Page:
Secretary-General's remarks to commemoration of the beginning of the First World War, organized by the Permanent Mission of India [as prepared for delivery]
New York, 13 August 2014
Thank you for inviting me to take part in this commemoration. I thank the Permanent Mission of India, and of Belgium, Egypt, Greece, Iraq, Jamaica, Kenya, Nigeria and Tanzania, for making this gathering possible.
The world must never forget the roll-call of carnage of the First World War.
Let us also remember that although the so-called “Great War” was fought in Europe, soldiers came from all over the world.
India, then part of the British Empire, provided more than 1 million men. More than 60,000 died in action, along with so many others from Africa, Asia and Europe. All too often, the histories ignore this enormous sacrifice.
Many volunteered because the regular pay that came with a life in uniform was a strong attraction and an alternative to poverty. But it was not long before the murderous realities of war began to seep in.
As a Garhwali soldier wrote home in early 1915: “The bullets and cannon balls come down like snow. The mud is up to a man’s middle. The distance between us and the enemy is fifty paces… The numbers that have fallen cannot be counted”.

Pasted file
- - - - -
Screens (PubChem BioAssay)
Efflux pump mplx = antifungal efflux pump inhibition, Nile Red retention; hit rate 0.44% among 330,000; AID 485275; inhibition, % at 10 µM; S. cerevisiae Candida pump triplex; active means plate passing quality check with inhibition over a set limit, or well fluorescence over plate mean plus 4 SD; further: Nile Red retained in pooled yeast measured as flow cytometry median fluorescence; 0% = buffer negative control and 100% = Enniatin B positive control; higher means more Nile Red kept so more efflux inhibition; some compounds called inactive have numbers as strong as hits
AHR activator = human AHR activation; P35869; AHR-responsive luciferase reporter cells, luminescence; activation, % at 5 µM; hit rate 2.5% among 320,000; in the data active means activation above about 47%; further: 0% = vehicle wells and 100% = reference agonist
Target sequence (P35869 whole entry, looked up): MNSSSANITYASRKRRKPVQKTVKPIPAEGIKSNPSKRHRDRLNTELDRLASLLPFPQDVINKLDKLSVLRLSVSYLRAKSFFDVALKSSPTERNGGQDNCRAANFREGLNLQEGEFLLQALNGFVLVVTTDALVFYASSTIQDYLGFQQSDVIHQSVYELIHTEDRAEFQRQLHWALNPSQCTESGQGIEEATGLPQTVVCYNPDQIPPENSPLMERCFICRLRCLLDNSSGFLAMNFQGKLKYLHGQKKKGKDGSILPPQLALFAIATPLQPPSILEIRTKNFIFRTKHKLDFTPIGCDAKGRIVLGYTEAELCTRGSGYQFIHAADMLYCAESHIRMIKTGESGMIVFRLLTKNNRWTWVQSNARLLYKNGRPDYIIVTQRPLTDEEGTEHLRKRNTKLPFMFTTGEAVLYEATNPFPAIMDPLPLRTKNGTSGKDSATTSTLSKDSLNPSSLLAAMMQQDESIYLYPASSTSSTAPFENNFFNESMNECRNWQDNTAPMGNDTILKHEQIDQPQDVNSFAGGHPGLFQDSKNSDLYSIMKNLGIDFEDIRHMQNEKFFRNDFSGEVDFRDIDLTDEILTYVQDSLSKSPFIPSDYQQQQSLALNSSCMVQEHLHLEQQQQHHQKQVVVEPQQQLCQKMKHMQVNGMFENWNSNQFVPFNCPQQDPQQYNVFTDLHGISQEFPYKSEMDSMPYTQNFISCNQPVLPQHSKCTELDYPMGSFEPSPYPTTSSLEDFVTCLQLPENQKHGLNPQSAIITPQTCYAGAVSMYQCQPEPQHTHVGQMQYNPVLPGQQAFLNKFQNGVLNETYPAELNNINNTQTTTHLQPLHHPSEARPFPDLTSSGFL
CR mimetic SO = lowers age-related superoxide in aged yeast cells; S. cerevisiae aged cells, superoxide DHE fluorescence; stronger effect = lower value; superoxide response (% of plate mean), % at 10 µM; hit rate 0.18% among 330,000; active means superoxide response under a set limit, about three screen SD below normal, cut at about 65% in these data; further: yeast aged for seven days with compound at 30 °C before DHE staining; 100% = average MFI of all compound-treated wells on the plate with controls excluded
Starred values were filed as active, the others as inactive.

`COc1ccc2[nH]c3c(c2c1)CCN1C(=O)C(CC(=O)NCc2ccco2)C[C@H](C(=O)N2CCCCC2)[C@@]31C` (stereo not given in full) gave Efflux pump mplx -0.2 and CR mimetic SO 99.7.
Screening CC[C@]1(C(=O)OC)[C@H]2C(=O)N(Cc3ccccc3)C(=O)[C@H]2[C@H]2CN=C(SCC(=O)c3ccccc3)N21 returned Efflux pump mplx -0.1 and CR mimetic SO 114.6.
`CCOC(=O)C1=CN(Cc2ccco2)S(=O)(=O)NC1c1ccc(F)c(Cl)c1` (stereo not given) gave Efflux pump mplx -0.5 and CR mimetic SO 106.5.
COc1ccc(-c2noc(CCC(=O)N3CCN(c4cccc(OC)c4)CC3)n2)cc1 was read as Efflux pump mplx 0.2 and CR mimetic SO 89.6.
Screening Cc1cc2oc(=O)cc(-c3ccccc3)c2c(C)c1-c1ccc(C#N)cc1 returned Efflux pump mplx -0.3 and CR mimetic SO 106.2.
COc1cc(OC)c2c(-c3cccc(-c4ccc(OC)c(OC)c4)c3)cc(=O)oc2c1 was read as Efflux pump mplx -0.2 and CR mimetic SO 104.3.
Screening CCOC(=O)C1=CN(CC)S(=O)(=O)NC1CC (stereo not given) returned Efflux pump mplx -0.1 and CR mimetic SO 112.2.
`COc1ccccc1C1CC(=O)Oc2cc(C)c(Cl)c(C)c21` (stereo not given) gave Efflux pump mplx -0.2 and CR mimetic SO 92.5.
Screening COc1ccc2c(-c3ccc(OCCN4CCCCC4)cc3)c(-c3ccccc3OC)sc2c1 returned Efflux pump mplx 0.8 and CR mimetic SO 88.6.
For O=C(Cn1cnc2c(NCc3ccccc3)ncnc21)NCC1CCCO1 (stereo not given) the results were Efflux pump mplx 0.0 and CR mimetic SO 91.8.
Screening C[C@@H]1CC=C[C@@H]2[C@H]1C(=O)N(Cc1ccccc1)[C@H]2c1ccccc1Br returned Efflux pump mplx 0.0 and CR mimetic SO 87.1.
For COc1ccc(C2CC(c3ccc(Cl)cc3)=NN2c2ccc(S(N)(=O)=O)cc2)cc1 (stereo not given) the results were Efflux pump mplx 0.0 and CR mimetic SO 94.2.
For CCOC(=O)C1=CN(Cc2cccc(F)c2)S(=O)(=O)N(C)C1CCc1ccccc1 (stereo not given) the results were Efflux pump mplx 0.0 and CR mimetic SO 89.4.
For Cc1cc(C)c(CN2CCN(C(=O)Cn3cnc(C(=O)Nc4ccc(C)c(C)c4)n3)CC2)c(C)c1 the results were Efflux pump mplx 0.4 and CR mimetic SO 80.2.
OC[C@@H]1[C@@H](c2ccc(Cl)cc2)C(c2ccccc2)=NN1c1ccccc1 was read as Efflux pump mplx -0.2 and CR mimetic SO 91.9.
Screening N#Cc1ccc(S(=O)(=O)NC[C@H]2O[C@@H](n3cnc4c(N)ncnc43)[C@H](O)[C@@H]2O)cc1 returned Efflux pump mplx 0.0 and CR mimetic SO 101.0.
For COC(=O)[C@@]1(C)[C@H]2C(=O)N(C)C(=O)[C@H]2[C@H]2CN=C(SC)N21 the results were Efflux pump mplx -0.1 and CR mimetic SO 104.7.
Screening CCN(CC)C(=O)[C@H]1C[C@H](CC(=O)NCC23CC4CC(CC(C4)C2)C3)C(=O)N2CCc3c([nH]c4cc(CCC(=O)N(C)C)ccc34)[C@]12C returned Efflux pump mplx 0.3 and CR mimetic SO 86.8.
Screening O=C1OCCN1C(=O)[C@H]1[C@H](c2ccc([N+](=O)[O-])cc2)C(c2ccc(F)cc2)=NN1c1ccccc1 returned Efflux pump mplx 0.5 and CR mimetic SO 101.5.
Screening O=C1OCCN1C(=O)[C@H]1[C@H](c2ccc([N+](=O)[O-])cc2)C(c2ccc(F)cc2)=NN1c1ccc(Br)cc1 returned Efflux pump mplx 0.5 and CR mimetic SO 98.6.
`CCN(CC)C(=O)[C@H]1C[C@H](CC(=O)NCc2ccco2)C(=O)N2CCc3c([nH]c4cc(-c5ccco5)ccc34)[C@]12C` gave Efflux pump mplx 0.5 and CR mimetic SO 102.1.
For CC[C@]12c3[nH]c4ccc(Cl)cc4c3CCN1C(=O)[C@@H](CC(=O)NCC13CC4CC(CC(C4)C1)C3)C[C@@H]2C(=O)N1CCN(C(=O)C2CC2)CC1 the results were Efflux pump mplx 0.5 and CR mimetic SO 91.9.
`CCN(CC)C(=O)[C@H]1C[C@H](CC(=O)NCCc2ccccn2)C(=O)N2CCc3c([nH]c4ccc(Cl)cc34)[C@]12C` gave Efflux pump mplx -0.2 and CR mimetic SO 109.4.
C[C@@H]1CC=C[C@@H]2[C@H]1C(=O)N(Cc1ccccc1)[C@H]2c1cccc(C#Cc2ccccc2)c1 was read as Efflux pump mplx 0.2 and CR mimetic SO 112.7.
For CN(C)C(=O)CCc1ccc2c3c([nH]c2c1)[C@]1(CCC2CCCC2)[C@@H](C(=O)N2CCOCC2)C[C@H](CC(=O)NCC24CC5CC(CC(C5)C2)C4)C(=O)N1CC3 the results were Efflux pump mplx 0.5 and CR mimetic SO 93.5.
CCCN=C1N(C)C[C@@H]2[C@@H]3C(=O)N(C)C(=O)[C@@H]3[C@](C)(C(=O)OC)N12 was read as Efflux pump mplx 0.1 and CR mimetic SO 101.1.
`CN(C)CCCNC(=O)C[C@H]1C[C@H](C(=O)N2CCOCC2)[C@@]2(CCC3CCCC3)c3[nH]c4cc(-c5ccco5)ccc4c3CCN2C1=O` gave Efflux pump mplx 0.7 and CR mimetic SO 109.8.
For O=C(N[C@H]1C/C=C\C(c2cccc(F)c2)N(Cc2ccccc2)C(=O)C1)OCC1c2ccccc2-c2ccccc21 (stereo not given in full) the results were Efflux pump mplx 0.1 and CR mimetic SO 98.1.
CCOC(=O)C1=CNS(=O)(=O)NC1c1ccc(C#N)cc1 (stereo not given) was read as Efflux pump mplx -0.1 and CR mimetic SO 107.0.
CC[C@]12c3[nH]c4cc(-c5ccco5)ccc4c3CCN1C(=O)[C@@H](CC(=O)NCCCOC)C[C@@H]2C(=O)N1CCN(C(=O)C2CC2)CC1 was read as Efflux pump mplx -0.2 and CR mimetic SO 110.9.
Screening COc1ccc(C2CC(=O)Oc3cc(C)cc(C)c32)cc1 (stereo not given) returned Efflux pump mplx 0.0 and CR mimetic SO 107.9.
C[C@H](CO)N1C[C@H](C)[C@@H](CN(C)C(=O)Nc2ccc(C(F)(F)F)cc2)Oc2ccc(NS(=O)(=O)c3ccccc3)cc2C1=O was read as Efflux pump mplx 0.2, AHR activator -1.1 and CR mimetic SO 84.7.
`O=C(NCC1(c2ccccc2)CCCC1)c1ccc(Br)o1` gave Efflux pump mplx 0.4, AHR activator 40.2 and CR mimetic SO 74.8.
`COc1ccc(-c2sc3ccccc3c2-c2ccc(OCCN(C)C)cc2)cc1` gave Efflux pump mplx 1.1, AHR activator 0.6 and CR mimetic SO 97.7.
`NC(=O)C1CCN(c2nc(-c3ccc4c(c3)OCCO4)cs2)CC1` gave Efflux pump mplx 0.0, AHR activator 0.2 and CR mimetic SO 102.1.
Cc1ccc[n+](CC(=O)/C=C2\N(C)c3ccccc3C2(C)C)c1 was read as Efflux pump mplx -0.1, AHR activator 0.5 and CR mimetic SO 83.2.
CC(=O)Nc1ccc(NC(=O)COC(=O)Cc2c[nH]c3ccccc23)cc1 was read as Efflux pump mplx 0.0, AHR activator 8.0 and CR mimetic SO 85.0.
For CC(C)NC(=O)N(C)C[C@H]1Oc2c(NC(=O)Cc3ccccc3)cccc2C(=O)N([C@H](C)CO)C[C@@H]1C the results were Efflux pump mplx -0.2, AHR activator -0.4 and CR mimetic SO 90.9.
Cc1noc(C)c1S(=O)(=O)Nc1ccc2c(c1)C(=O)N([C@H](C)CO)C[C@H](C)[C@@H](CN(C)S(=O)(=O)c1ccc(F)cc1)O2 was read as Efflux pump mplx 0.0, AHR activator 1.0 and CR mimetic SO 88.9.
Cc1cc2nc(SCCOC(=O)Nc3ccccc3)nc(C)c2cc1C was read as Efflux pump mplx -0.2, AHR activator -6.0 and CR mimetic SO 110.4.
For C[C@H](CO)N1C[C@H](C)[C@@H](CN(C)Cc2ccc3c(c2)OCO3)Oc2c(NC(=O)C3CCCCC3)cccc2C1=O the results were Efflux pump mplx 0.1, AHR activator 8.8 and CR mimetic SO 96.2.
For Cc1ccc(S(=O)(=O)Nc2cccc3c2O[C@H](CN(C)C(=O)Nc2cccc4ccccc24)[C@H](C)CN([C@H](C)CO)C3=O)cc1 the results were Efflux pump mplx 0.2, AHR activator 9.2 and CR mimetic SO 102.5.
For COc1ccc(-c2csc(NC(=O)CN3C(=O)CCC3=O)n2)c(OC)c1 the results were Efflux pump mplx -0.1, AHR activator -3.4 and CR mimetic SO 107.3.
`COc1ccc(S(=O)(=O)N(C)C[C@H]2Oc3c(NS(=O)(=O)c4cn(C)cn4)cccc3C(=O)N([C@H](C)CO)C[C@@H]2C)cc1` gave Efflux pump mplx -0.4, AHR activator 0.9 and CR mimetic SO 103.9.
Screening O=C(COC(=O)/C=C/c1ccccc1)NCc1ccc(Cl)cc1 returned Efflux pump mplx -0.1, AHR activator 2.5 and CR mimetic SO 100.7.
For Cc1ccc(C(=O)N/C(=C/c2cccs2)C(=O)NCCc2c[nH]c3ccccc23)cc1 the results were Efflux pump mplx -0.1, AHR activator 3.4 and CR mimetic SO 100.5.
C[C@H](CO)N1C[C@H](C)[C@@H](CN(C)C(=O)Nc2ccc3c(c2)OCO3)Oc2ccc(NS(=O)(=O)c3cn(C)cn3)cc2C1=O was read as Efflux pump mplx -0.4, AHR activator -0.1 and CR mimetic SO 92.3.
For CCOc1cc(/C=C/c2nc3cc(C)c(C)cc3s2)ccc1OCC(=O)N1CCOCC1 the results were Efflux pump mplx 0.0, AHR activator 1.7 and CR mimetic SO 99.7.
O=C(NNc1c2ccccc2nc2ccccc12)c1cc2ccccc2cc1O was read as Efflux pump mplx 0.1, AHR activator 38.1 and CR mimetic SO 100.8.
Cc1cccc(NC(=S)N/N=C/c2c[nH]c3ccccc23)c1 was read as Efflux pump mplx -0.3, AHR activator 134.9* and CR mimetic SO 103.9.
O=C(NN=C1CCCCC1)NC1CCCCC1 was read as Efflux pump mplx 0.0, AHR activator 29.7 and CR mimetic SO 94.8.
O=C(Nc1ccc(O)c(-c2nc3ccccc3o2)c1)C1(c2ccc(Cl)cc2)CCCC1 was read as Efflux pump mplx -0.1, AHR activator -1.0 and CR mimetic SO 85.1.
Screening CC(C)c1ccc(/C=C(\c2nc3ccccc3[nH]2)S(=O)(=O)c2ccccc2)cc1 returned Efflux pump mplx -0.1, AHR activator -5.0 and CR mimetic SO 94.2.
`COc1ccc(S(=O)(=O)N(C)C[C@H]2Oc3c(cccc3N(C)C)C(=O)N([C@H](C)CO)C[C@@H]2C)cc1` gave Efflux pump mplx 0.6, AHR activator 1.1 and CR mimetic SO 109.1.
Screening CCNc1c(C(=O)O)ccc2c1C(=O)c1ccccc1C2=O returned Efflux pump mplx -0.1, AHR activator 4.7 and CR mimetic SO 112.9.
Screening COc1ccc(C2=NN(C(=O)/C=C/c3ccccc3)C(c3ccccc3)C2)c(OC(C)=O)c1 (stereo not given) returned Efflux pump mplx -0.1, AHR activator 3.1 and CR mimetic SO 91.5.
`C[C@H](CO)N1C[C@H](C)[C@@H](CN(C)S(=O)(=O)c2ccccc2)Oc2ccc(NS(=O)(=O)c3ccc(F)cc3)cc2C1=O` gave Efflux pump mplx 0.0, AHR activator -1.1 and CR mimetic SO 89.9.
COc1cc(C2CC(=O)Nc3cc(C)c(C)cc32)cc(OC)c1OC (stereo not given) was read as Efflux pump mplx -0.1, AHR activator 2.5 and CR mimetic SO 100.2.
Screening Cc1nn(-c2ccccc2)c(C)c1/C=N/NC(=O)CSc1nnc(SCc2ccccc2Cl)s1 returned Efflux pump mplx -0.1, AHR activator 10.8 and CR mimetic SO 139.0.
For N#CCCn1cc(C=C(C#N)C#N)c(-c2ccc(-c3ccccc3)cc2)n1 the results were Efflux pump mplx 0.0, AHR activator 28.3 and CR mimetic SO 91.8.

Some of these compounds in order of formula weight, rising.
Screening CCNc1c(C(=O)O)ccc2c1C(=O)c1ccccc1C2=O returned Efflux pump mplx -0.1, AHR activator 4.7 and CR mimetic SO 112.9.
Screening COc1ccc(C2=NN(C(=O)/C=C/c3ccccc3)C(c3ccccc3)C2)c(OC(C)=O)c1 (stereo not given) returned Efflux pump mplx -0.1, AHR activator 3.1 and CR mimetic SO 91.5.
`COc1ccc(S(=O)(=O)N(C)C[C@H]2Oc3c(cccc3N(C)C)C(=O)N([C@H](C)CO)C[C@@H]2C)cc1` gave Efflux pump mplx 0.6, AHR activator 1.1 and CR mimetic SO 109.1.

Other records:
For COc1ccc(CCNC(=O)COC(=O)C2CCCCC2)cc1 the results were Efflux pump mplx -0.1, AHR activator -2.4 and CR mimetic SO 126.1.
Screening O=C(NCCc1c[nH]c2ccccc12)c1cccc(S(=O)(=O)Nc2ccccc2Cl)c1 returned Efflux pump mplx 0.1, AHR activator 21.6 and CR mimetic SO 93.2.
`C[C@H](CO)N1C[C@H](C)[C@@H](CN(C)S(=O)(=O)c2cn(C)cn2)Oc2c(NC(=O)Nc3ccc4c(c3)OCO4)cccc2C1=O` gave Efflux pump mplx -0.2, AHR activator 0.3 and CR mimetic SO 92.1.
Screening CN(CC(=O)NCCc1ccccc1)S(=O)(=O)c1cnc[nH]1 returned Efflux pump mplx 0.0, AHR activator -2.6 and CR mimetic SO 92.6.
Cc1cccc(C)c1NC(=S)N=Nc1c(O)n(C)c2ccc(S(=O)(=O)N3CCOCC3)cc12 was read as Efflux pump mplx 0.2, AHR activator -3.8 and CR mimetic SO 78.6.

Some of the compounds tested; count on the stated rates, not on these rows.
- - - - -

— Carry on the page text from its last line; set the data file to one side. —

The League of Nations rose from the mud and ashes of the First World War. Tragically, it could not prevent the other conflagration of the 20th century. After the Second World War, the United Nations emerged as the next best hope for beating swords into ploughshares.
Our organization thus traces its lineage directly back to Flanders Fields. As we prepare to observe the 70th anniversary of the founding of the United Nations next year, we recall that the opening words of the UN Charter make explicit reference to war having brought great sorrow to humankind “twice in our lifetime”.
The world’s current conflicts, each unto themselves, may pale in comparison to the two World Wars. But in at least one respect the tragedy is just as profound: by now, we should know better. One would think that, having suffered Verdun and Gallipoli, and having witnessed Auschwitz and Hiroshima, humankind would have had enough of such bloodshed. Alas, yesterday’s terrible lessons remain to be learned fully.
I welcome the release of a special edition of the publication, "War Memorials from around the World". Memorials play an important role. They are points of pilgrimage. They are fitting tributes to valour and sacrifice.
I hope the images on display here tonight and in the pages of this publication will prompt further reflection not only on the wars of the past, but on the multiple crises we face today. May all those who fell in the First World War continue to rest in peace.